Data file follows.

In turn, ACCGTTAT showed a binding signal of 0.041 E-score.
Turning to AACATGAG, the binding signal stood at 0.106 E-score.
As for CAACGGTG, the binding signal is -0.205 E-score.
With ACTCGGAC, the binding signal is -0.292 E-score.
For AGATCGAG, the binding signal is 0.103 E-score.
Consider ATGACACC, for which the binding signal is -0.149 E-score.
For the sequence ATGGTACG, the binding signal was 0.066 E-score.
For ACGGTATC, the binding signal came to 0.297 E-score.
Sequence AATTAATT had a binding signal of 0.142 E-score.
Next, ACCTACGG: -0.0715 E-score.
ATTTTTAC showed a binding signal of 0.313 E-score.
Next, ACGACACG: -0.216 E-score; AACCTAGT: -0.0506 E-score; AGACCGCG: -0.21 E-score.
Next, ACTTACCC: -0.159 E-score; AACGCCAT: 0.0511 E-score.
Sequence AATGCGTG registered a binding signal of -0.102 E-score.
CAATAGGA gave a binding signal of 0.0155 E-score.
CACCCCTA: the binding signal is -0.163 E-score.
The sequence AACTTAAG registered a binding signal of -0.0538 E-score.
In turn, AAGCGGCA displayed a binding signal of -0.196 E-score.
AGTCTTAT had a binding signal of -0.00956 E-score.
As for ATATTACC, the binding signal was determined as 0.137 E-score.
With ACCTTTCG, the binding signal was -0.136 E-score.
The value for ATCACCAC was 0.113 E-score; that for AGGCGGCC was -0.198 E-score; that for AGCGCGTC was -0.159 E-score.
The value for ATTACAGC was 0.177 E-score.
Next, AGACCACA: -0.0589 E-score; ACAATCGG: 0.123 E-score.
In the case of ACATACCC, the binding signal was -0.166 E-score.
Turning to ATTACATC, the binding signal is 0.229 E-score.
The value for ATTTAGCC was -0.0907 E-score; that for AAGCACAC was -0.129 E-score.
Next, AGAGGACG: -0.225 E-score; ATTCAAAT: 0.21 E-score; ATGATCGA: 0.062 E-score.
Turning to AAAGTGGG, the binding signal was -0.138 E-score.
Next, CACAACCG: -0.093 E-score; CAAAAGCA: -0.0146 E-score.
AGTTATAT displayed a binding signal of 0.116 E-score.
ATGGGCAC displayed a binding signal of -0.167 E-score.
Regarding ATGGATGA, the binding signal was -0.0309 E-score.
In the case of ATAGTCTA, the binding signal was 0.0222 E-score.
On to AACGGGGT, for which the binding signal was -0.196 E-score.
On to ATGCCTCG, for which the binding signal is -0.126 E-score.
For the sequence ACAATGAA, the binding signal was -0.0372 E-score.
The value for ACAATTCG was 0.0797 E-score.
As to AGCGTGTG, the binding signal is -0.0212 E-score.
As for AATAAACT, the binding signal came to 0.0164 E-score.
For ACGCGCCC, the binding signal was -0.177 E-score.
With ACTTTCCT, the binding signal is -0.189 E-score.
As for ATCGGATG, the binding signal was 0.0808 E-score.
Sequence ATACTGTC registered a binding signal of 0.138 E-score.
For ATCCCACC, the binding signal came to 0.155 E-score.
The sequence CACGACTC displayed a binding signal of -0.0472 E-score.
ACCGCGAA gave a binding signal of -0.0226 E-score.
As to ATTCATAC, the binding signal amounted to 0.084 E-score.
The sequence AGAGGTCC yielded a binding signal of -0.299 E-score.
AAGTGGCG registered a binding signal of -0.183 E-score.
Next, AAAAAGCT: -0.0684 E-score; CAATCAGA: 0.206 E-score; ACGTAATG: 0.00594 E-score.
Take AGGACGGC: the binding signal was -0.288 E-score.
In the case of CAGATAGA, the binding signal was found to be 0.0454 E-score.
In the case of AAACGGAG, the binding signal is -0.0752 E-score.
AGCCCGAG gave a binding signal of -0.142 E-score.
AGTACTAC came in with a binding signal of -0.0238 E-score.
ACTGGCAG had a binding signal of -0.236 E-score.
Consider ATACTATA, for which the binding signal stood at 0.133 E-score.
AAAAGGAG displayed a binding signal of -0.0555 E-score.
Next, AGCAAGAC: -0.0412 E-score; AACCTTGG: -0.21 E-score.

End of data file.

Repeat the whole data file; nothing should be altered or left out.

In turn, ACCGTTAT showed a binding signal of 0.041 E-score.
Turning to AACATGAG, the binding signal stood at 0.106 E-score.
As for CAACGGTG, the binding signal is -0.205 E-score.
With ACTCGGAC, the binding signal is -0.292 E-score.
For AGATCGAG, the binding signal is 0.103 E-score.
Consider ATGACACC, for which the binding signal is -0.149 E-score.
For the sequence ATGGTACG, the binding signal was 0.066 E-score.
For ACGGTATC, the binding signal came to 0.297 E-score.
Sequence AATTAATT had a binding signal of 0.142 E-score.
Next, ACCTACGG: -0.0715 E-score.
ATTTTTAC showed a binding signal of 0.313 E-score.
Next, ACGACACG: -0.216 E-score; AACCTAGT: -0.0506 E-score; AGACCGCG: -0.21 E-score.
Next, ACTTACCC: -0.159 E-score; AACGCCAT: 0.0511 E-score.
Sequence AATGCGTG registered a binding signal of -0.102 E-score.
CAATAGGA gave a binding signal of 0.0155 E-score.
CACCCCTA: the binding signal is -0.163 E-score.
The sequence AACTTAAG registered a binding signal of -0.0538 E-score.
In turn, AAGCGGCA displayed a binding signal of -0.196 E-score.
AGTCTTAT had a binding signal of -0.00956 E-score.
As for ATATTACC, the binding signal was determined as 0.137 E-score.
With ACCTTTCG, the binding signal was -0.136 E-score.
The value for ATCACCAC was 0.113 E-score; that for AGGCGGCC was -0.198 E-score; that for AGCGCGTC was -0.159 E-score.
The value for ATTACAGC was 0.177 E-score.
Next, AGACCACA: -0.0589 E-score; ACAATCGG: 0.123 E-score.
In the case of ACATACCC, the binding signal was -0.166 E-score.
Turning to ATTACATC, the binding signal is 0.229 E-score.
The value for ATTTAGCC was -0.0907 E-score; that for AAGCACAC was -0.129 E-score.
Next, AGAGGACG: -0.225 E-score; ATTCAAAT: 0.21 E-score; ATGATCGA: 0.062 E-score.
Turning to AAAGTGGG, the binding signal was -0.138 E-score.
Next, CACAACCG: -0.093 E-score; CAAAAGCA: -0.0146 E-score.
AGTTATAT displayed a binding signal of 0.116 E-score.
ATGGGCAC displayed a binding signal of -0.167 E-score.
Regarding ATGGATGA, the binding signal was -0.0309 E-score.
In the case of ATAGTCTA, the binding signal was 0.0222 E-score.
On to AACGGGGT, for which the binding signal was -0.196 E-score.
On to ATGCCTCG, for which the binding signal is -0.126 E-score.
For the sequence ACAATGAA, the binding signal was -0.0372 E-score.
The value for ACAATTCG was 0.0797 E-score.
As to AGCGTGTG, the binding signal is -0.0212 E-score.
As for AATAAACT, the binding signal came to 0.0164 E-score.
For ACGCGCCC, the binding signal was -0.177 E-score.
With ACTTTCCT, the binding signal is -0.189 E-score.
As for ATCGGATG, the binding signal was 0.0808 E-score.
Sequence ATACTGTC registered a binding signal of 0.138 E-score.
For ATCCCACC, the binding signal came to 0.155 E-score.
The sequence CACGACTC displayed a binding signal of -0.0472 E-score.
ACCGCGAA gave a binding signal of -0.0226 E-score.
As to ATTCATAC, the binding signal amounted to 0.084 E-score.
The sequence AGAGGTCC yielded a binding signal of -0.299 E-score.
AAGTGGCG registered a binding signal of -0.183 E-score.
Next, AAAAAGCT: -0.0684 E-score; CAATCAGA: 0.206 E-score; ACGTAATG: 0.00594 E-score.
Take AGGACGGC: the binding signal was -0.288 E-score.
In the case of CAGATAGA, the binding signal was found to be 0.0454 E-score.
In the case of AAACGGAG, the binding signal is -0.0752 E-score.
AGCCCGAG gave a binding signal of -0.142 E-score.
AGTACTAC came in with a binding signal of -0.0238 E-score.
ACTGGCAG had a binding signal of -0.236 E-score.
Consider ATACTATA, for which the binding signal stood at 0.133 E-score.
AAAAGGAG displayed a binding signal of -0.0555 E-score.
Next, AGCAAGAC: -0.0412 E-score; AACCTTGG: -0.21 E-score.